Ringing In Changes in Relationship Law


Ringing In Changes in Relationship Law

Louis Billittier's diamond ring

A 14-month engagement left a New York man much poorer than he anticipated when he decided he no longer wanted to marry his fiancé. Perhaps unwisely, he sent her a text message ending the engagement and the relationship. When she questioned him, he stated his position and added these now infamous words “Plus you get a $50,000 parting ring. Enough for a down payment on a house.” Who knew those words were going to end up costing so much?

According to reports, the man later changed his mind about the ring and requested its return from his former fiancé, who refused. The man filed suit and took the case all the way to the Supreme Court. Unfortunately for the man, the court sided with the ex-fiance, stating that the wording in the text message was clear and to the point: the ring would be considered a gift.

Be Careful What You Wish For

When a couple becomes engaged there are norms and customs that surround the event. While these may not be canonized into law, they are generally respected by courts if the couple decides to terminate the engagement.

While it is not required that one or both members of the couple purchase a ring, one is usually selected, and is often the subject of a joint decision on style and price. If the engagement does not work out, however, the law and etiquette may go to war.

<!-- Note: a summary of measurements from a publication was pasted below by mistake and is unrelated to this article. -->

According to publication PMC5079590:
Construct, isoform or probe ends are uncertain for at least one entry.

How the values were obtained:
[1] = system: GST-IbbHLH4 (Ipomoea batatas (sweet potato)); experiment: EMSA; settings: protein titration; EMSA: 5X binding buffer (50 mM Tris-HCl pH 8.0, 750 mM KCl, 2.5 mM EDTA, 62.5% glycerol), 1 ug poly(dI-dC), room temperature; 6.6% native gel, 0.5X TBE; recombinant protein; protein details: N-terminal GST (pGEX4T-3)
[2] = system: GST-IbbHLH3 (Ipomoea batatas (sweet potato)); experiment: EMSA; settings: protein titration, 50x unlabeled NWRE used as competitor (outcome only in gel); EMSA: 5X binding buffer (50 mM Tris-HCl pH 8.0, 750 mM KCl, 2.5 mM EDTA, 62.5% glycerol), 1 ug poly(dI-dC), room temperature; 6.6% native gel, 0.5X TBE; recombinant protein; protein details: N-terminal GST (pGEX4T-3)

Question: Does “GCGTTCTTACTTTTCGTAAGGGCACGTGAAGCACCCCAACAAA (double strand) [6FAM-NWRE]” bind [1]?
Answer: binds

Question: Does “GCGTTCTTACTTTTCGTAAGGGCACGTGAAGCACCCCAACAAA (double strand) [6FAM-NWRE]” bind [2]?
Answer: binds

In most situations an engagement ring is considered a promise and in some states a contract for the future. Normal protocol dictates that when a woman ends an engagement she should return the ring, but in situations where the man ends the relationship the choice is up to the woman to return the ring. Most courts do not require the ring’s return if it is clear that the woman is not the person who ended the relationship.

California holds to the standard that if the receiver of the ring (usually the woman) breaks off the engagement she should return it, but if the giver (usually the man) breaks off the engagement the ring is considered a parting gift. If the ring is a family heirloom, some courts will rule that it must be returned to the rightful family owner.

If you are facing any type of relationship situation which threatens to become a legal problem, contact the Men’s Legal Center. We can help you find answers to all your legal questions regarding engagements, marriages and other relationships.

Share It

Call us at (619) 234-3838

Skip to content
CTA Mobile CTA Email
(619) 234-3838